This article originally appeared at Chronicle.com.
In the front hall of the American Gothic cottage that Justin Morrill built in Strafford, Vt., hangs his meticulous, hand-drawn plan for its gardens and orchards. It dates to the late 1840s. Morrill, a blacksmith's son who never attended college, had enjoyed a successful career as a merchant, and he retired to his hometown at 38 to marry and indulge his passion for horticulture on a 50-acre hillside farm. He planned to try growing a wide variety of plants and trees, in addition to raising sheep and cattle, and his neighbors were welcome to visit to see the progress of his various experiments.
You could say that the map Marissa Keys is holding as she leads the way across a field here this afternoon is a descendant of Morrill's tidy garden outline. Ms. Keys, an agroecology major at Pennsylvania State University, is part of a joint Penn State-U.S. Department of Agriculture team studying ways to make the crops that feed dairy herds more sustainable. The map of the team's 13-acre project shows a patchwork of plots testing rotations of crops, herbicide levels, methods of distributing manure, and kinds of farm equipment—all with the aim of controlling weeds and pests effectively, cheaply, and safely while producing plenty of healthful food for the cows.
One of the team's many experiments will test canola as a winter cover crop. "It breaks pest and weed cycles," Ms. Keys says, adding that you can then press the canola to make biodiesel fuel for your tractor, as well as feed your cows canola meal.
Almost everything on this 2,000-acre spread of university land plays some role in research. Pieces of slate in the field can be lifted to count bugs and worms that have taken refuge beneath. On a slope nearby are plots set up so that the amount of moisture lost to the soil can be precisely calculated. Even the tractors here are research tools, says Bruce McPheron, dean of the College of Agricultural Sciences at Penn State. The university worked with New Holland, the equipment maker, to prove that biodiesel fuel would not harm the company's engines.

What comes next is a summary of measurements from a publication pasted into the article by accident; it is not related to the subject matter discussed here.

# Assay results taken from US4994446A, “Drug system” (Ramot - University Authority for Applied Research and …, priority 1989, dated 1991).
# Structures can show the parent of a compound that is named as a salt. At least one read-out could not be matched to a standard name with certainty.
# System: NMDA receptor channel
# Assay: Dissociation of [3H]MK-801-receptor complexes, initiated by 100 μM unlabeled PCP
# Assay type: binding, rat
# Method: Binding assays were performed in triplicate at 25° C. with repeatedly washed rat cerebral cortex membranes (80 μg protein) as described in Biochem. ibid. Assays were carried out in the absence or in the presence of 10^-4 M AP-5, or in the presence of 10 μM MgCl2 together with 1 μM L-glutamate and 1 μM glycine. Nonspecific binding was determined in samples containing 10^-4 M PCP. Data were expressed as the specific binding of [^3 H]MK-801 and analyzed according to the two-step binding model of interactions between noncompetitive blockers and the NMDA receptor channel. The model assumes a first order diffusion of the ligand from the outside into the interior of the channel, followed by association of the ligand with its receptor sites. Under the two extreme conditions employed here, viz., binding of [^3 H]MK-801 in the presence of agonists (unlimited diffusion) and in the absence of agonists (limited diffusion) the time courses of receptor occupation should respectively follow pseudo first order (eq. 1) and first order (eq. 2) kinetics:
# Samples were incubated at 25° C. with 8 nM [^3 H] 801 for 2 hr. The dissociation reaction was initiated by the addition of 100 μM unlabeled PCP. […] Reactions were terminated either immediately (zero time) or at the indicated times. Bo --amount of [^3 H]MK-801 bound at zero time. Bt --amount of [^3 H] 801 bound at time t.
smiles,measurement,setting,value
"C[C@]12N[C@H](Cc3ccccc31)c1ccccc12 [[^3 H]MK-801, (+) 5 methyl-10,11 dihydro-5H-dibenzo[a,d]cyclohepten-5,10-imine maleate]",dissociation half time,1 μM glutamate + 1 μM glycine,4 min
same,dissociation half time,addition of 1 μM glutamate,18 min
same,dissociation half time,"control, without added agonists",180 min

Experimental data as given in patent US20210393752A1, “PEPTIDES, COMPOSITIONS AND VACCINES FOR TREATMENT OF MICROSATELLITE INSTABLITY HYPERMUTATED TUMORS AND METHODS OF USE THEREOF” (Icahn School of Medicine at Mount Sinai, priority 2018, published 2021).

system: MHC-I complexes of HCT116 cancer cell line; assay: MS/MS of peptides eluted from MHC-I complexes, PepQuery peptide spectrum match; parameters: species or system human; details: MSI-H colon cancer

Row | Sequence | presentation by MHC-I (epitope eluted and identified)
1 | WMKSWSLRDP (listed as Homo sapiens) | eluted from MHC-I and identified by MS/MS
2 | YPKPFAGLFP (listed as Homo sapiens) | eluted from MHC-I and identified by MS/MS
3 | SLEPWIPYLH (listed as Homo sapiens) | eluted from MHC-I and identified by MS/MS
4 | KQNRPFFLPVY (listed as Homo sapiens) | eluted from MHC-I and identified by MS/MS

All of this is, in a sense, Morrill's doing. He did not live out his days in Strafford as planned. Elected to Congress in 1854, he soon took the lead in pressing legislators to grant land to the states for the creation of agricultural colleges. President James Buchanan vetoed the first bill Morrill got passed, in 1859, but on July 2, 1862—150 years ago next month—Abraham Lincoln signed Morrill's second agriculture-school bill into law. Along with another measure he championed, in 1890, it created a system of land-grant colleges that rooted agriculture firmly in university research and helped democratize American higher education, creating institutions not for the sons and daughters of the upper classes but for the children of farmers.
Morrill's vision was that land-grant colleges could teach students to "feed, clothe, and enlighten the great brotherhood of man." As land-grant-university officials prepare to visit Washington this month to celebrate their institutions on the National Mall during the Smithsonian Institution's annual folklife festival, they say that the agriculture colleges that are at the core of Morrill's mission are more popular with students than they've been in decades, and that the institutions' pathbreaking research and teaching are more critical than ever in a world facing huge population increases, climate change, and shortages of energy, water, and food.
Read the rest at Chronicle.com.